MILWAUKEE -- Devin Williams has the stuff to be a big league closer, and now he has the opportunity.
The Brewers placed All-Star closer Josh Hader on the COVID-19 injured list on Monday, making Williams the leading contender to handle ninth-inning duties out of a bullpen that is suddenly depleted. After putting outfielder Christian Yelich on the COVID-19 IL at the start of last week, the Brewers subsequently added right-handed relievers Jake Cousins and Hunter Strickland over the weekend after they tested positive for the virus, and another reliever, Jandel Gustave, due to contact tracing.
Now, Hader as well.
“We’re going to miss [Hader] when he’s gone, but I think I’m up for the challenge of filling in for him as best as I can,” Williams said. “It’s the same game. That’s my mindset.”
Asked whether he was worried about the Brewers’ continued brushes with COVID-19, Williams said, “Everyone that’s had to step up has done it so far. I think that’s probably been the biggest key for our team and the success that we’ve had. Every time we lose a guy, the guy that comes in does the same thing or maybe even better.”
Unlike Yelich, Cousins and Strickland, who were tested for COVID-19 because they reported symptoms, according to the club, Hader was tested as a result of the intake process that greets players on game days. When he reported being in close contact with an individual who had COVID-like symptoms, that triggered a test. Hader tested positive.
As with last week’s cases, the Brewers are strictly adhering to MLB protocols when it comes to navigating the pandemic. Cousins, Strickland and Gustave stayed behind when Hader and the rest of the team traveled home Sunday night after a week-long road trip to Pittsburgh and Atlanta.
“I am heartened that the vast majority of our roster is vaccinated, and that we are dealing with a healthy segment of the population,” Brewers president of baseball operations David Stearns said. “But from a competitive standpoint, we’ve got a ‘drip,’ and we have to manage it the best we can and hopefully stop it, and in the meantime, put as competitive a team on the field as we possibly can.”
Stearns said that Hader was feeling well. The Brewers elected not to share Hader’s vaccination status.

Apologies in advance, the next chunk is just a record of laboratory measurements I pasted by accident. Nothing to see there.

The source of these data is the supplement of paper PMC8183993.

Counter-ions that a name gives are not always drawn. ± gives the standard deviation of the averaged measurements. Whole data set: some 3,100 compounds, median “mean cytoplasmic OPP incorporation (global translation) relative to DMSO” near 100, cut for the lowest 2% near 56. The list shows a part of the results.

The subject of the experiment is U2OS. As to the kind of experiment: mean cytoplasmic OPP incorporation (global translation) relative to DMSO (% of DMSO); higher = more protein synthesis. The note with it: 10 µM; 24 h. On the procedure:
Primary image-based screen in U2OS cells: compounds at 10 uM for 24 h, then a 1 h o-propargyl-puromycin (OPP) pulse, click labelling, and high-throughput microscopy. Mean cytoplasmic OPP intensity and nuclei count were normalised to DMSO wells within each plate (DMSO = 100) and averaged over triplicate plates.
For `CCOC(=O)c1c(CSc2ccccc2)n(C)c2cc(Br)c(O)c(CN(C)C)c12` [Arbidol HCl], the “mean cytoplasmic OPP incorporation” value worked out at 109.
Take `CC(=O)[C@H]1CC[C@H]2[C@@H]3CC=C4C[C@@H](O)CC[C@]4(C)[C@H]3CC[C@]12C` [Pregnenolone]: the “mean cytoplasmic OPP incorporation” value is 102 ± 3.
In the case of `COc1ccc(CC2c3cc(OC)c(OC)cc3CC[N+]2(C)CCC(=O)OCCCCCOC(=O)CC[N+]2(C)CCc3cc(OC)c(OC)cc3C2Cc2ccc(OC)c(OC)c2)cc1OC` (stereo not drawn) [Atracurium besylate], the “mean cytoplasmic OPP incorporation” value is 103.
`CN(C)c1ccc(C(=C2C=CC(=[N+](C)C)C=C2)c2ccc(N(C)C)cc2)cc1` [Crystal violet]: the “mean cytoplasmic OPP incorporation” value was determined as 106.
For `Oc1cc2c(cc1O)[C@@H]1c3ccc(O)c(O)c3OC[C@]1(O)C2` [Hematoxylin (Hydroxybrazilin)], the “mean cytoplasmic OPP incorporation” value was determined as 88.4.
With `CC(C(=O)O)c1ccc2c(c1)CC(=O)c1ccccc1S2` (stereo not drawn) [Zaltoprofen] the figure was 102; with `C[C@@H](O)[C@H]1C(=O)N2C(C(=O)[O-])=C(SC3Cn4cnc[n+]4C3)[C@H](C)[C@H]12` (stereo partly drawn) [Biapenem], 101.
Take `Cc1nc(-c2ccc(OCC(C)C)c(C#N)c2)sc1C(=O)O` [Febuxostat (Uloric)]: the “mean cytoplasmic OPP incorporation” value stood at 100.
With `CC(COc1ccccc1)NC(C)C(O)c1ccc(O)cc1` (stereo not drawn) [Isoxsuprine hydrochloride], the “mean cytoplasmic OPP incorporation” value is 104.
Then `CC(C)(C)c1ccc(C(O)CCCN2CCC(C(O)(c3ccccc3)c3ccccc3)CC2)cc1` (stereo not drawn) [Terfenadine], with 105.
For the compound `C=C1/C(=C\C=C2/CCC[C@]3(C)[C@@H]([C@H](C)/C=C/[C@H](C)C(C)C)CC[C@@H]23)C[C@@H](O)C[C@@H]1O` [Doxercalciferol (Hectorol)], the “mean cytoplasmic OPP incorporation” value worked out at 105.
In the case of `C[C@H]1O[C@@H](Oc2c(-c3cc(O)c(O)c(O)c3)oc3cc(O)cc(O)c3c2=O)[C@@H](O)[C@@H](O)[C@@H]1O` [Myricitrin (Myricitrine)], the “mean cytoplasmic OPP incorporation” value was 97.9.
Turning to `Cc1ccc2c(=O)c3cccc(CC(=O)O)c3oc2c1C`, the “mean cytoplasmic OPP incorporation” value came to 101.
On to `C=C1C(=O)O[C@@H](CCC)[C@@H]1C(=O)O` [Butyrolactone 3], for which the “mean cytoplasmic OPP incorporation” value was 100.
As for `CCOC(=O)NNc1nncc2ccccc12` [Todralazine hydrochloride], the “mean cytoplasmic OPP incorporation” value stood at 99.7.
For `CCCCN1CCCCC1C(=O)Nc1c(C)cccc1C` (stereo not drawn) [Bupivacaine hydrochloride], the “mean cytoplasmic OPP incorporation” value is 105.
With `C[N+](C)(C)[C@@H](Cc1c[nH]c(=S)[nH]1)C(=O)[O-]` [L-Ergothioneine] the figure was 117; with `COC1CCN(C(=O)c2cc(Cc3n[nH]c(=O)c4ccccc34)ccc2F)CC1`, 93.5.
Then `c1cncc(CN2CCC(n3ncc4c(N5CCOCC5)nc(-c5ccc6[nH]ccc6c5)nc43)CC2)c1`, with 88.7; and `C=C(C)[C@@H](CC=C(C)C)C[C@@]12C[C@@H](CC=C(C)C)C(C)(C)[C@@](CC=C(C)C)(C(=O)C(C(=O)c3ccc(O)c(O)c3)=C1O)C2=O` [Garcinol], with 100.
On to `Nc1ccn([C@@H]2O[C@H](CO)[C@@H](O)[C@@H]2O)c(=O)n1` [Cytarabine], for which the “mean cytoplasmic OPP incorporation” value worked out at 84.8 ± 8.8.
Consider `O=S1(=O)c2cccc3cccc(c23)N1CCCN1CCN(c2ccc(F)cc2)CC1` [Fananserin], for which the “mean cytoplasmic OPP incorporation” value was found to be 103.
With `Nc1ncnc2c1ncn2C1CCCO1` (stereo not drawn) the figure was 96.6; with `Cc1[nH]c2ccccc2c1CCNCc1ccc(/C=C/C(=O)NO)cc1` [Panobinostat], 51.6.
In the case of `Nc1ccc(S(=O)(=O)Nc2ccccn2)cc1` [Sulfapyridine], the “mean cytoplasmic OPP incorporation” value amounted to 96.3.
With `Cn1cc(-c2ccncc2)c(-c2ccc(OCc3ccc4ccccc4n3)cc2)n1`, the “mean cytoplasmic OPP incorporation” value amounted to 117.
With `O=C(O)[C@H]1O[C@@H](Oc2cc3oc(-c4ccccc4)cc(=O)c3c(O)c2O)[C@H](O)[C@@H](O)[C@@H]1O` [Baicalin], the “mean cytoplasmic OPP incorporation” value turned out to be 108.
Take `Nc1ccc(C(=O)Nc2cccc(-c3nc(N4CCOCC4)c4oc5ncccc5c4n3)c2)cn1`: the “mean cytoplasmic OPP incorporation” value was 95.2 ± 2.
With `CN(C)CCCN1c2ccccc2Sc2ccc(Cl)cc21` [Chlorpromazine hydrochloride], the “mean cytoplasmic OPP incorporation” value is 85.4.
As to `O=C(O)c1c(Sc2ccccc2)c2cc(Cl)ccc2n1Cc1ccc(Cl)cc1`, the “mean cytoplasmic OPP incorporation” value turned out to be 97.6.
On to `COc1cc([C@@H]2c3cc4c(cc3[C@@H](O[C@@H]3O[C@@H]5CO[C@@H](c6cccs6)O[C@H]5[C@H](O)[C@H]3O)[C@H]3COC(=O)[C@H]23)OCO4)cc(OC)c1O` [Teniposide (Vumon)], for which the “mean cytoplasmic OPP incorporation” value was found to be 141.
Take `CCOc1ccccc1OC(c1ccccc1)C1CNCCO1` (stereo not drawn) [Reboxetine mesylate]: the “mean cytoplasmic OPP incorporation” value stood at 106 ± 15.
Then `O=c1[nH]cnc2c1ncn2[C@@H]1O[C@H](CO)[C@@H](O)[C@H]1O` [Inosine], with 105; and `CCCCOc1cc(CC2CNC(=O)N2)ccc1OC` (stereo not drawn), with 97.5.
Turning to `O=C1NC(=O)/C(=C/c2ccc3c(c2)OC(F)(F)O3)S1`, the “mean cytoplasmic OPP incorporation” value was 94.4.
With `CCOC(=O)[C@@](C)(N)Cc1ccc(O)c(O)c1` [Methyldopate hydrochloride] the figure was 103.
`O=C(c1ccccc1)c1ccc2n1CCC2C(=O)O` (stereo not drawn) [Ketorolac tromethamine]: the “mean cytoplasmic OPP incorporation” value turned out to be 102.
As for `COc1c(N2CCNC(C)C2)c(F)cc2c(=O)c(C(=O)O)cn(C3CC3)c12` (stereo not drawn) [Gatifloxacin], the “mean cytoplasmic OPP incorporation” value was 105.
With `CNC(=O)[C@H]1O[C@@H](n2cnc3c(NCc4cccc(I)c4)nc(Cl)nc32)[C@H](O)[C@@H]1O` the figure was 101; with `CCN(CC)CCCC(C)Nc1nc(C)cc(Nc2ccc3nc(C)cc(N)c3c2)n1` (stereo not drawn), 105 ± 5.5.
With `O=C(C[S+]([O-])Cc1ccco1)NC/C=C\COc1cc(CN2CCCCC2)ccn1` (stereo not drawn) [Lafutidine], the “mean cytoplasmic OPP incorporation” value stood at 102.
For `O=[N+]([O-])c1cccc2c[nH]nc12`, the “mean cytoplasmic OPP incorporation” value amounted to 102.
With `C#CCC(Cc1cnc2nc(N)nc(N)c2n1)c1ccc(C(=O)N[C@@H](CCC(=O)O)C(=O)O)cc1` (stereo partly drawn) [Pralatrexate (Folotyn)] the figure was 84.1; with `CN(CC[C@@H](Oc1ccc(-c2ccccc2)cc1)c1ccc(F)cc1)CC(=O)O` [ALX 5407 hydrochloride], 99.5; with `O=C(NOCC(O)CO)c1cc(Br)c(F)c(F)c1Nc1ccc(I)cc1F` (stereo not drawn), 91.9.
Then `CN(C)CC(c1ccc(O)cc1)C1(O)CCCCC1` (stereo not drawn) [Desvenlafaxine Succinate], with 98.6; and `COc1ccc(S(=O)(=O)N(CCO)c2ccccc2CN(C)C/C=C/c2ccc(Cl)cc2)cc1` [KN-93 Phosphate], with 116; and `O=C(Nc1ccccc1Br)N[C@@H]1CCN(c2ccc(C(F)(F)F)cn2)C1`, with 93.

The Brewers were among the earliest teams to reach the 85 percent vaccination threshold in May, allowing for relaxed protocols in public spaces.
Are those protocols tightening again, in light of the recent positives?
“A little, yeah,” Counsell said. “We're trying to kind of get guys away from each other when we can. We sent some guys home the other night that we knew were going to be involved in the game. We'll continue to do that in order to separate guys. …
“The symptoms the guys are experiencing are fairly minor. We check in with them and have had no real health scares with them, so we feel like we're in a good place there. Obviously, losing players fairly regularly hurts and makes it challenging.”
The Brewers did get Jace Peterson back from the COVID-19 IL on Monday after he spent the mandatory seven days sidelined as a close contact of Yelich. Peterson said he tested negative for COVID-19 throughout the week.
There’s optimism that Yelich won’t be far behind. Wednesday is the last of his mandatory 10 days on the IL, and he has been doing much better. Assuming no resumption of symptoms, he will undergo testing on Wednesday, and if he tests negative, Yelich will be cleared to rejoin the team on Thursday. The Brewers may give Yelich “a little ramp-up period,” Stearns said, before activating him from the IL.
They’ll keep their fingers crossed for a similarly smooth 10 days for Hader.
“He’s a big part of our team,” Stearns said. “Hopefully it’s just for 10 days and then we can get him back, but while he’s not here, we’ll miss him.”